American uber-satirist Bruce Norris rightly sees social taboos as scabs to be picked. And his outrageous comedies bring some ruthlessly dirty fingernails to bear on the anxieties of the Western bourgeoisie.
Two of the most outrageous of those comedies, ‘The Pain and the Itch’ and ‘Clybourne Park’ have premiered here at the Royal Court, directed by the theatre’s outgoing boss Dominic Cooke. Norris has been the perfect writer for Cooke’s mission statement at London’s classiest writers’ theatre: to put its middle-class audience on the stage.
So it’s a shame that Norris’s new play – also Cooke’s swansong here – falls short of his foul-mouthed, sharp-minded Socratic best. This time, Norris has gone for the root instead of the nerve, with a zippy parable about the evils of capitalism (and slavery).
Set in eighteenth-century America and narrated by the neo-cons’ favourite philosopher, Adam Smith, ‘The Low Road’ tracks the misadventures of two symbolic lads: a poor, brazen white foundling called Trumpett (Johnny Flynn) and a noble, thespian slave called Blanke (Kobna Holdbrooke-Smith).
With its buccaneering plot, and wink-wink literary knowingness, this feels a lot like a cynical po-mo version of a great eighteenth-century cock-and-bull novel such as ‘Tristram Shandy’ or ‘Tom Jones’. The ruthless young Trumpett, inspired by Smith’s theory that one man’s pursuit of wealth will trickle down to the whole of society, sells his adoptive mother up the river, then robs or rapes pretty much everyone he meets.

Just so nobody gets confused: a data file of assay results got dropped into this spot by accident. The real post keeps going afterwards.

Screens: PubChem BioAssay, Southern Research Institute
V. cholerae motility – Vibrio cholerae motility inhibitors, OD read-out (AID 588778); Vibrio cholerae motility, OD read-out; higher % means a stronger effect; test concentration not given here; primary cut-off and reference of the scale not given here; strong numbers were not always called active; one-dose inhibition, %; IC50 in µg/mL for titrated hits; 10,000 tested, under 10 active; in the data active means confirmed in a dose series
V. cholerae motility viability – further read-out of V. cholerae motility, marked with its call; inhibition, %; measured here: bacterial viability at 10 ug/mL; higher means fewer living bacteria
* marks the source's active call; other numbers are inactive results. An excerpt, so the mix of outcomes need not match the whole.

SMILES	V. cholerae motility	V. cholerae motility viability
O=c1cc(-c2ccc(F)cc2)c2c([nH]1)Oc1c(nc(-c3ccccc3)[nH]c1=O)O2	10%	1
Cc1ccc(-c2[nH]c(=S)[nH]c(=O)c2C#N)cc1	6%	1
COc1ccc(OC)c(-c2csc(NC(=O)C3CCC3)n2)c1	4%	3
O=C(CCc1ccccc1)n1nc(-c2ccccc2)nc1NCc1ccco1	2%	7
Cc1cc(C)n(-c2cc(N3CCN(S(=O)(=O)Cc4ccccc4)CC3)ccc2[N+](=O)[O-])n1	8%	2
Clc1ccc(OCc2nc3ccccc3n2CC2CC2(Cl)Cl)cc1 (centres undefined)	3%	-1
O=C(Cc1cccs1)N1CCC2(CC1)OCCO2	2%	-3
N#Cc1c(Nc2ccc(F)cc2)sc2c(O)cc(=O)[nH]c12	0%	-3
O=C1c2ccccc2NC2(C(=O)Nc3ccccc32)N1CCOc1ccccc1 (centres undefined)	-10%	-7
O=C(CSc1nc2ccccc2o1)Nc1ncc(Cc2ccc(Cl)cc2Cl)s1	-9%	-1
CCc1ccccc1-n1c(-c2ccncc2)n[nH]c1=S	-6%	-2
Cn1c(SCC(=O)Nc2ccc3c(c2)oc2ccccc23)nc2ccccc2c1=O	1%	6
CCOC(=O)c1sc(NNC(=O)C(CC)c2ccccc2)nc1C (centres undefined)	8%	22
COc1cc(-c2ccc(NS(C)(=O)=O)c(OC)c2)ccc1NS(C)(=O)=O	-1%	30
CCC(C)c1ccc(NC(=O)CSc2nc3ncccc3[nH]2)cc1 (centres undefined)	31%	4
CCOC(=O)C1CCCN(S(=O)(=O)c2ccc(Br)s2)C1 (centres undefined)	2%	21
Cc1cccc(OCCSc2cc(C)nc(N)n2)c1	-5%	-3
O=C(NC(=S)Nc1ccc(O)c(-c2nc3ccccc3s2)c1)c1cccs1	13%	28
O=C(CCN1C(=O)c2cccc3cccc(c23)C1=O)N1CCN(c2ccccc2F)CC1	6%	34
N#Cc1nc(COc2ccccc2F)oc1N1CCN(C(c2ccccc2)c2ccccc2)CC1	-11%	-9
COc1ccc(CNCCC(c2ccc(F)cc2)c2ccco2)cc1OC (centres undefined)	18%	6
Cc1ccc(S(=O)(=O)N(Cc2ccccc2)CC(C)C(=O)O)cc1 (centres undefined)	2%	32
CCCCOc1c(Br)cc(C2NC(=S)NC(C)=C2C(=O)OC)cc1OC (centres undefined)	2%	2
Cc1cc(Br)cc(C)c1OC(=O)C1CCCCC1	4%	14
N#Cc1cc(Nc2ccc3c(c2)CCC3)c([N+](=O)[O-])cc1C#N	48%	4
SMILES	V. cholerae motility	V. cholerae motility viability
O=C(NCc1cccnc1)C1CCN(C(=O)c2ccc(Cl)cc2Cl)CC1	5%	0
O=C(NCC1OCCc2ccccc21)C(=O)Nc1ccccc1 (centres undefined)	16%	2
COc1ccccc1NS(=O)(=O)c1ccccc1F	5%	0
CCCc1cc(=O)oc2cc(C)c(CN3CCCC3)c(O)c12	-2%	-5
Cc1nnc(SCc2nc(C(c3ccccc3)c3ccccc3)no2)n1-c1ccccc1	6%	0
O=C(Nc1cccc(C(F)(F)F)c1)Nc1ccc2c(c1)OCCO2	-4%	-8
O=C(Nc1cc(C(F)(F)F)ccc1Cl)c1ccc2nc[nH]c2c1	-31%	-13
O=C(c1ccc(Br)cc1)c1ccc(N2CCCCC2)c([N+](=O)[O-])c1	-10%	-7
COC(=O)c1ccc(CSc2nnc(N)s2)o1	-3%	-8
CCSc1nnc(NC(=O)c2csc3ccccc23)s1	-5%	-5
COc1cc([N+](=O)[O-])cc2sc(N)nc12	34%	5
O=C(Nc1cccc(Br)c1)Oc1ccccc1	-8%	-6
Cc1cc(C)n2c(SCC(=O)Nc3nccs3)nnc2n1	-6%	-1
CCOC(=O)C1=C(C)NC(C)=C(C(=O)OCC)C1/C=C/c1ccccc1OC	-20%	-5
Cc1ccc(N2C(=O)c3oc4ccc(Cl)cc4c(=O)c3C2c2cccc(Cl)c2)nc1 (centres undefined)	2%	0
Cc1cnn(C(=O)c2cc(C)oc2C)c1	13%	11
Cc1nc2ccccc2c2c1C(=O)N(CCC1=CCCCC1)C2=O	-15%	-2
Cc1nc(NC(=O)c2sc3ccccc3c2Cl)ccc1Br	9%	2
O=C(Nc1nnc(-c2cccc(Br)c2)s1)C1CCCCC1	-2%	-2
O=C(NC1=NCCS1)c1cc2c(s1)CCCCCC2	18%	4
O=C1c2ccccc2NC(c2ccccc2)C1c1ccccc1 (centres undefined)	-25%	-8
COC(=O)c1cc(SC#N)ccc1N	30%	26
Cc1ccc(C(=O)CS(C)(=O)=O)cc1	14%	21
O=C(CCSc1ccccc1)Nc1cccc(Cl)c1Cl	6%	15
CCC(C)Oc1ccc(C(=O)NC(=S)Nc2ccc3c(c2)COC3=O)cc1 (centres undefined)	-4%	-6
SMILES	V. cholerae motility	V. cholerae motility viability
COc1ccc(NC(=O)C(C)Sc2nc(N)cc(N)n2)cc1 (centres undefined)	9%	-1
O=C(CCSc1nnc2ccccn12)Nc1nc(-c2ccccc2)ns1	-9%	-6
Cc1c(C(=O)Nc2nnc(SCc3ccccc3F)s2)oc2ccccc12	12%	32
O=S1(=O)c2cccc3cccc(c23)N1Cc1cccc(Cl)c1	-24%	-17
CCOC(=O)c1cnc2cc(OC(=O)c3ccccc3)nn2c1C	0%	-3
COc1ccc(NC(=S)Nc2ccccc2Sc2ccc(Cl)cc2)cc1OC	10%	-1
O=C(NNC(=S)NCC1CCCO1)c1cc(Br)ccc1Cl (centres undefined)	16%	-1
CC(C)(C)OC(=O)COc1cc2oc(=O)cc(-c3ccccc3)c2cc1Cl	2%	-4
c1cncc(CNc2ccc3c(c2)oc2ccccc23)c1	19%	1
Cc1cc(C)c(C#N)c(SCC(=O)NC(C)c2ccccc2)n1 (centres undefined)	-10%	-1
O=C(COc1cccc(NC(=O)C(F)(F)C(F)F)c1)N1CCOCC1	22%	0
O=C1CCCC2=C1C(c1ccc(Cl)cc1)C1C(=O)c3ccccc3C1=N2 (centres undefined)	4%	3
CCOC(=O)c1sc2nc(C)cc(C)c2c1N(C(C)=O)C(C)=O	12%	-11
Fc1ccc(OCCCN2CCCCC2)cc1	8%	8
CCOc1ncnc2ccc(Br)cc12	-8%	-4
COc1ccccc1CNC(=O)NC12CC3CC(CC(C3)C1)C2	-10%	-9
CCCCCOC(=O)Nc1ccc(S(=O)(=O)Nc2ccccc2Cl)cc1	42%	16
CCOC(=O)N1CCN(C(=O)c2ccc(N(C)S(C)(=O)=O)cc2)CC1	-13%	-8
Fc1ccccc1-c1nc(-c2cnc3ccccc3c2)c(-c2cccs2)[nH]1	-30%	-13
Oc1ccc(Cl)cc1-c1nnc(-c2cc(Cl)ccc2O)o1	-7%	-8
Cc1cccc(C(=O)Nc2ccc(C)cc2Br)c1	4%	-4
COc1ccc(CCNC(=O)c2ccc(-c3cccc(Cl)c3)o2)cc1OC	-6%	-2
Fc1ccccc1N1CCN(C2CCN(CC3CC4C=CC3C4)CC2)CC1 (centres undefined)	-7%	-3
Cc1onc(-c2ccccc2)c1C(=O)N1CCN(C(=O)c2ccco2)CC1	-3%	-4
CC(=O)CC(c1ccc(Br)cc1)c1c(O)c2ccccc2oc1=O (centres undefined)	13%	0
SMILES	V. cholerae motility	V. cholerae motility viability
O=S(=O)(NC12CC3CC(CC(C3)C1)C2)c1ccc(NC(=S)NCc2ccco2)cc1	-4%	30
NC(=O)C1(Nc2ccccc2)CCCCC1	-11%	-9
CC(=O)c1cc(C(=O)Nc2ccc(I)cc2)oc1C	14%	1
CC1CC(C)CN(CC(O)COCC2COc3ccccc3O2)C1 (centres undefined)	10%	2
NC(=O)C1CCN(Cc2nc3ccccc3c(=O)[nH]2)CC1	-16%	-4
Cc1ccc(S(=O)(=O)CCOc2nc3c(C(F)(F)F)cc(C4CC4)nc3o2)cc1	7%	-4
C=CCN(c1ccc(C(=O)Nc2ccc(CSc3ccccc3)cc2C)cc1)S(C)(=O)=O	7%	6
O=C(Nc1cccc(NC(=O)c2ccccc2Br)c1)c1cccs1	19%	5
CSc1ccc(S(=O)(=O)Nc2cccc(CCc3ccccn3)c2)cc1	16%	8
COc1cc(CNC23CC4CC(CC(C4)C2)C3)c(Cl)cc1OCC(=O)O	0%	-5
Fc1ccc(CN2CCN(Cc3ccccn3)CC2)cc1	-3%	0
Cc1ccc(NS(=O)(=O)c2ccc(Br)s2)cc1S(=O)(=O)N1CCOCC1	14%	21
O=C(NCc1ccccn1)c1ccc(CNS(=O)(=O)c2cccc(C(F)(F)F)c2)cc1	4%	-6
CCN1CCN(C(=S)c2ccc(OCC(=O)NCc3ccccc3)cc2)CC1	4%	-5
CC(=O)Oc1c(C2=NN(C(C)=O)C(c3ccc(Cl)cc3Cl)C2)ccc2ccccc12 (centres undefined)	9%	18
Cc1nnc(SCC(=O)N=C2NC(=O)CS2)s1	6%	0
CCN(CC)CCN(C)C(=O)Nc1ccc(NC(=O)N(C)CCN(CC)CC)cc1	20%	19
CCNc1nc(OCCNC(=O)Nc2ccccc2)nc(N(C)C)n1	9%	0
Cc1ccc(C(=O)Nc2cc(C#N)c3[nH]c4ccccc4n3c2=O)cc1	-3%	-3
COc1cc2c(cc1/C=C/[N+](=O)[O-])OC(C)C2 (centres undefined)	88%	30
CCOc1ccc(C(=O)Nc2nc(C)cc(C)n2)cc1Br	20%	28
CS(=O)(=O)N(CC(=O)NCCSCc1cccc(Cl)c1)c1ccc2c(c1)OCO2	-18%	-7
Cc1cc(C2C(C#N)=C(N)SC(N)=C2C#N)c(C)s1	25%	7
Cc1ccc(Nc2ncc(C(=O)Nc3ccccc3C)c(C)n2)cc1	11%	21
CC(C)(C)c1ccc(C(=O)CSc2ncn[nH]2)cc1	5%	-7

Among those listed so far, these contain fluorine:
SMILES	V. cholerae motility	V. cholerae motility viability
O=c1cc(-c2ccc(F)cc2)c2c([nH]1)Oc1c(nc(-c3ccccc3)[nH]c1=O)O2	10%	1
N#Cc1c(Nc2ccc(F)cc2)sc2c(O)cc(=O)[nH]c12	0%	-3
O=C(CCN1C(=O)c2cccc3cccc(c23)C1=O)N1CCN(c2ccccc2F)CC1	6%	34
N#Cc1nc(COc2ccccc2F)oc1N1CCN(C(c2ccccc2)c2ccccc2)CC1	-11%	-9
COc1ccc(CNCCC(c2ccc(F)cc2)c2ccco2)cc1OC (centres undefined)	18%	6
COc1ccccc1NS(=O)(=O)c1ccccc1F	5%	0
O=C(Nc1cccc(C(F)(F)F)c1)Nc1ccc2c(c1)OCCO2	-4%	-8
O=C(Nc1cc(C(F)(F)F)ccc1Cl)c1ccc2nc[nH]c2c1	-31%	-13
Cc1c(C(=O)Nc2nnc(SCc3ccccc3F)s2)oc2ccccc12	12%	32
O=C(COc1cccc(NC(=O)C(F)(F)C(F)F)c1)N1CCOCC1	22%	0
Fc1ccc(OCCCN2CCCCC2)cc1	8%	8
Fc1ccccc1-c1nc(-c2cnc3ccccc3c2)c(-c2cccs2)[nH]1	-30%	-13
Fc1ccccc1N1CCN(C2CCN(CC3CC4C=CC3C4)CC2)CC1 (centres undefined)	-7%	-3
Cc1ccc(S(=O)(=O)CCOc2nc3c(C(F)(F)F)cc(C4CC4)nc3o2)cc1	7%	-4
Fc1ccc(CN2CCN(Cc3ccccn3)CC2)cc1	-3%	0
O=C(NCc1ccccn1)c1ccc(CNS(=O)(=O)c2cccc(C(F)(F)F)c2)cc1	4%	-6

This, we are invited to see, is ‘the low road’ and it’s a road that Trumpett and America, represented by his modern descendant Dick Trumpett of TrumpettBank Global LLC (‘think Mitt Romney’ instructs the stage direction), have both taken.
There is a lot to enjoy in this sprawling production. Plenty of skulduggery. Norris’s relish for ripe eighteenth-century language. An utter lack of sentimentality. Cooke’s tremendous cast of 30, squirming into various wigs, slutty boob-thrusting corsets, military jackets and tricorne hats to swell the stage with whores, soldiers and philanthropists. Holdbrooke-Smith’s beautifully enunciated turn as the unfortunate Mr Blanke.
But the argument of this increasingly unfocused thesis is nearly as crude as the hero’s methods. It lacks the close focus and home truths we’ve come to expect from this brilliant playwright.
Three hours after the terrific opening act, all the characters have been sacrificed to the arguments. Those arguments – that greed is bad, humans will destroy themselves, and we shouldn’t give the keys back to the guys who crashed the economy – have breadth without depth, like so much in this ambitious but over-reaching drama. Caroline McGinn